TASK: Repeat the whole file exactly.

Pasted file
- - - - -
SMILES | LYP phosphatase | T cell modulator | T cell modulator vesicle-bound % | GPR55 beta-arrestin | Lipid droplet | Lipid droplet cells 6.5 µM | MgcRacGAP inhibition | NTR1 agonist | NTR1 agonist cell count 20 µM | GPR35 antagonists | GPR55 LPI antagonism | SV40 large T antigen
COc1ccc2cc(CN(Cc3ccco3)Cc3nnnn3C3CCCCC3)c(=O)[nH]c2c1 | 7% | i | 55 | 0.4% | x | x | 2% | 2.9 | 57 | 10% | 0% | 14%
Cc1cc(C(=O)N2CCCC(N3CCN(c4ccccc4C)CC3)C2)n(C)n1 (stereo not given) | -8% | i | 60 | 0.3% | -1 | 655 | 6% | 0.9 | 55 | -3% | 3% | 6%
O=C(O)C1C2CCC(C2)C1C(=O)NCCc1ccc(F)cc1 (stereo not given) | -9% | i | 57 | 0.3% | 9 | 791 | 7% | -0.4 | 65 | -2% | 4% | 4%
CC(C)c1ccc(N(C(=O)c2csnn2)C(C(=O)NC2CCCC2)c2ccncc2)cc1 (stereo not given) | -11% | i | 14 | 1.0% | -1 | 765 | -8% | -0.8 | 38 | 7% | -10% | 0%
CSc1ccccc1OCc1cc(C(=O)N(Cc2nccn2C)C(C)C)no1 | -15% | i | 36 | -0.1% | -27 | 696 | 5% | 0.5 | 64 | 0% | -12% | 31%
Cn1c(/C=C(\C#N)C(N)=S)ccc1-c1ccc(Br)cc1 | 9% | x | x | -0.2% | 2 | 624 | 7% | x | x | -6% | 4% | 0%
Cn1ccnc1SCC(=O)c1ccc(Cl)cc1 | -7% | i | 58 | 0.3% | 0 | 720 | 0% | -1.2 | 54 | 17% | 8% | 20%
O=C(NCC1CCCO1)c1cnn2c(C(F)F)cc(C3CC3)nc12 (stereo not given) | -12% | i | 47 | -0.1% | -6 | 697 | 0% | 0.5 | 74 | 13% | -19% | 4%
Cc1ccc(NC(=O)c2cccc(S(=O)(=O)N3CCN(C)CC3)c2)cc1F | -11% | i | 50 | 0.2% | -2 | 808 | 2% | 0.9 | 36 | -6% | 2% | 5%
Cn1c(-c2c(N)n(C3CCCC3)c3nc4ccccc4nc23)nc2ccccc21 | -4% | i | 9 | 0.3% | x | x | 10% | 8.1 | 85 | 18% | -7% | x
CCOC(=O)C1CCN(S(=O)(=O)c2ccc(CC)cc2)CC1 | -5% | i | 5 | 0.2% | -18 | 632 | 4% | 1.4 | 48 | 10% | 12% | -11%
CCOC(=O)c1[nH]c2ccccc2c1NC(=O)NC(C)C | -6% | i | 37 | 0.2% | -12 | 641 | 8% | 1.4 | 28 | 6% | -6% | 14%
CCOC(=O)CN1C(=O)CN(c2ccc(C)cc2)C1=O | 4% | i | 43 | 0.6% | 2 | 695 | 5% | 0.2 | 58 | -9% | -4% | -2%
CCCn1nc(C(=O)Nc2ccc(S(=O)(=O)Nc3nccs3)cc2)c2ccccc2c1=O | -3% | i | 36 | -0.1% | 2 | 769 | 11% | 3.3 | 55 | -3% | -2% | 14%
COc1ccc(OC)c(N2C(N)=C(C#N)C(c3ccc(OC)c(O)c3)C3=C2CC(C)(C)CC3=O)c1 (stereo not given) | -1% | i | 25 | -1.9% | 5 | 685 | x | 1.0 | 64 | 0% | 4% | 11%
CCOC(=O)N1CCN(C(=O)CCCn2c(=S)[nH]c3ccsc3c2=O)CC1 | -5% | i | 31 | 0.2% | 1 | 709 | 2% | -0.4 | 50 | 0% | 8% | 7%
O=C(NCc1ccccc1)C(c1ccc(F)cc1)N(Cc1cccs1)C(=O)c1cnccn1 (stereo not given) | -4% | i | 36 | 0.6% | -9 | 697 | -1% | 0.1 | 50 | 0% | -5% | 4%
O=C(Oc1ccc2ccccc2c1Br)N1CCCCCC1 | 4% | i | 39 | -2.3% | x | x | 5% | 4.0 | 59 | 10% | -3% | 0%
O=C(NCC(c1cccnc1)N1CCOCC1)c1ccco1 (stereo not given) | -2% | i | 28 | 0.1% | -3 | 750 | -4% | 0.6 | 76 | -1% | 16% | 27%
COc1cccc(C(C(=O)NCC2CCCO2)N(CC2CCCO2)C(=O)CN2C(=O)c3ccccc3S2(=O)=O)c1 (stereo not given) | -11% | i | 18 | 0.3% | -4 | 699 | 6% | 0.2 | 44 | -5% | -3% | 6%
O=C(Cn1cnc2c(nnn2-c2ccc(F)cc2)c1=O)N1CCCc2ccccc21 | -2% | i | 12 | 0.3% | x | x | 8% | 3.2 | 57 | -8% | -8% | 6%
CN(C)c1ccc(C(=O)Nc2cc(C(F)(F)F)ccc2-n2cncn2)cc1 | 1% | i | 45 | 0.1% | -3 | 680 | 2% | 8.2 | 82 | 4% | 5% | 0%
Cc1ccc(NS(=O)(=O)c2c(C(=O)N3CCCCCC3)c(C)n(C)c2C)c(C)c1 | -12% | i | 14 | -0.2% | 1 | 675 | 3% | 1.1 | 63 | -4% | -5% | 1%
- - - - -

SMILES | LYP phosphatase | T cell modulator | T cell modulator vesicle-bound % | GPR55 beta-arrestin | Lipid droplet | Lipid droplet cells 6.5 µM | MgcRacGAP inhibition | NTR1 agonist | NTR1 agonist cell count 20 µM | GPR35 antagonists | GPR55 LPI antagonism | SV40 large T antigen
COc1ccc2cc(CN(Cc3ccco3)Cc3nnnn3C3CCCCC3)c(=O)[nH]c2c1 | 7% | i | 55 | 0.4% | x | x | 2% | 2.9 | 57 | 10% | 0% | 14%
Cc1cc(C(=O)N2CCCC(N3CCN(c4ccccc4C)CC3)C2)n(C)n1 (stereo not given) | -8% | i | 60 | 0.3% | -1 | 655 | 6% | 0.9 | 55 | -3% | 3% | 6%
O=C(O)C1C2CCC(C2)C1C(=O)NCCc1ccc(F)cc1 (stereo not given) | -9% | i | 57 | 0.3% | 9 | 791 | 7% | -0.4 | 65 | -2% | 4% | 4%
CC(C)c1ccc(N(C(=O)c2csnn2)C(C(=O)NC2CCCC2)c2ccncc2)cc1 (stereo not given) | -11% | i | 14 | 1.0% | -1 | 765 | -8% | -0.8 | 38 | 7% | -10% | 0%
CSc1ccccc1OCc1cc(C(=O)N(Cc2nccn2C)C(C)C)no1 | -15% | i | 36 | -0.1% | -27 | 696 | 5% | 0.5 | 64 | 0% | -12% | 31%
Cn1c(/C=C(\C#N)C(N)=S)ccc1-c1ccc(Br)cc1 | 9% | x | x | -0.2% | 2 | 624 | 7% | x | x | -6% | 4% | 0%
Cn1ccnc1SCC(=O)c1ccc(Cl)cc1 | -7% | i | 58 | 0.3% | 0 | 720 | 0% | -1.2 | 54 | 17% | 8% | 20%
O=C(NCC1CCCO1)c1cnn2c(C(F)F)cc(C3CC3)nc12 (stereo not given) | -12% | i | 47 | -0.1% | -6 | 697 | 0% | 0.5 | 74 | 13% | -19% | 4%
Cc1ccc(NC(=O)c2cccc(S(=O)(=O)N3CCN(C)CC3)c2)cc1F | -11% | i | 50 | 0.2% | -2 | 808 | 2% | 0.9 | 36 | -6% | 2% | 5%
Cn1c(-c2c(N)n(C3CCCC3)c3nc4ccccc4nc23)nc2ccccc21 | -4% | i | 9 | 0.3% | x | x | 10% | 8.1 | 85 | 18% | -7% | x
CCOC(=O)C1CCN(S(=O)(=O)c2ccc(CC)cc2)CC1 | -5% | i | 5 | 0.2% | -18 | 632 | 4% | 1.4 | 48 | 10% | 12% | -11%
CCOC(=O)c1[nH]c2ccccc2c1NC(=O)NC(C)C | -6% | i | 37 | 0.2% | -12 | 641 | 8% | 1.4 | 28 | 6% | -6% | 14%
CCOC(=O)CN1C(=O)CN(c2ccc(C)cc2)C1=O | 4% | i | 43 | 0.6% | 2 | 695 | 5% | 0.2 | 58 | -9% | -4% | -2%
CCCn1nc(C(=O)Nc2ccc(S(=O)(=O)Nc3nccs3)cc2)c2ccccc2c1=O | -3% | i | 36 | -0.1% | 2 | 769 | 11% | 3.3 | 55 | -3% | -2% | 14%
COc1ccc(OC)c(N2C(N)=C(C#N)C(c3ccc(OC)c(O)c3)C3=C2CC(C)(C)CC3=O)c1 (stereo not given) | -1% | i | 25 | -1.9% | 5 | 685 | x | 1.0 | 64 | 0% | 4% | 11%
CCOC(=O)N1CCN(C(=O)CCCn2c(=S)[nH]c3ccsc3c2=O)CC1 | -5% | i | 31 | 0.2% | 1 | 709 | 2% | -0.4 | 50 | 0% | 8% | 7%
O=C(NCc1ccccc1)C(c1ccc(F)cc1)N(Cc1cccs1)C(=O)c1cnccn1 (stereo not given) | -4% | i | 36 | 0.6% | -9 | 697 | -1% | 0.1 | 50 | 0% | -5% | 4%
O=C(Oc1ccc2ccccc2c1Br)N1CCCCCC1 | 4% | i | 39 | -2.3% | x | x | 5% | 4.0 | 59 | 10% | -3% | 0%
O=C(NCC(c1cccnc1)N1CCOCC1)c1ccco1 (stereo not given) | -2% | i | 28 | 0.1% | -3 | 750 | -4% | 0.6 | 76 | -1% | 16% | 27%
COc1cccc(C(C(=O)NCC2CCCO2)N(CC2CCCO2)C(=O)CN2C(=O)c3ccccc3S2(=O)=O)c1 (stereo not given) | -11% | i | 18 | 0.3% | -4 | 699 | 6% | 0.2 | 44 | -5% | -3% | 6%
O=C(Cn1cnc2c(nnn2-c2ccc(F)cc2)c1=O)N1CCCc2ccccc21 | -2% | i | 12 | 0.3% | x | x | 8% | 3.2 | 57 | -8% | -8% | 6%
CN(C)c1ccc(C(=O)Nc2cc(C(F)(F)F)ccc2-n2cncn2)cc1 | 1% | i | 45 | 0.1% | -3 | 680 | 2% | 8.2 | 82 | 4% | 5% | 0%
Cc1ccc(NS(=O)(=O)c2c(C(=O)N3CCCCCC3)c(C)n(C)c2C)c(C)c1 | -12% | i | 14 | -0.2% | 1 | 675 | 3% | 1.1 | 63 | -4% | -5% | 1%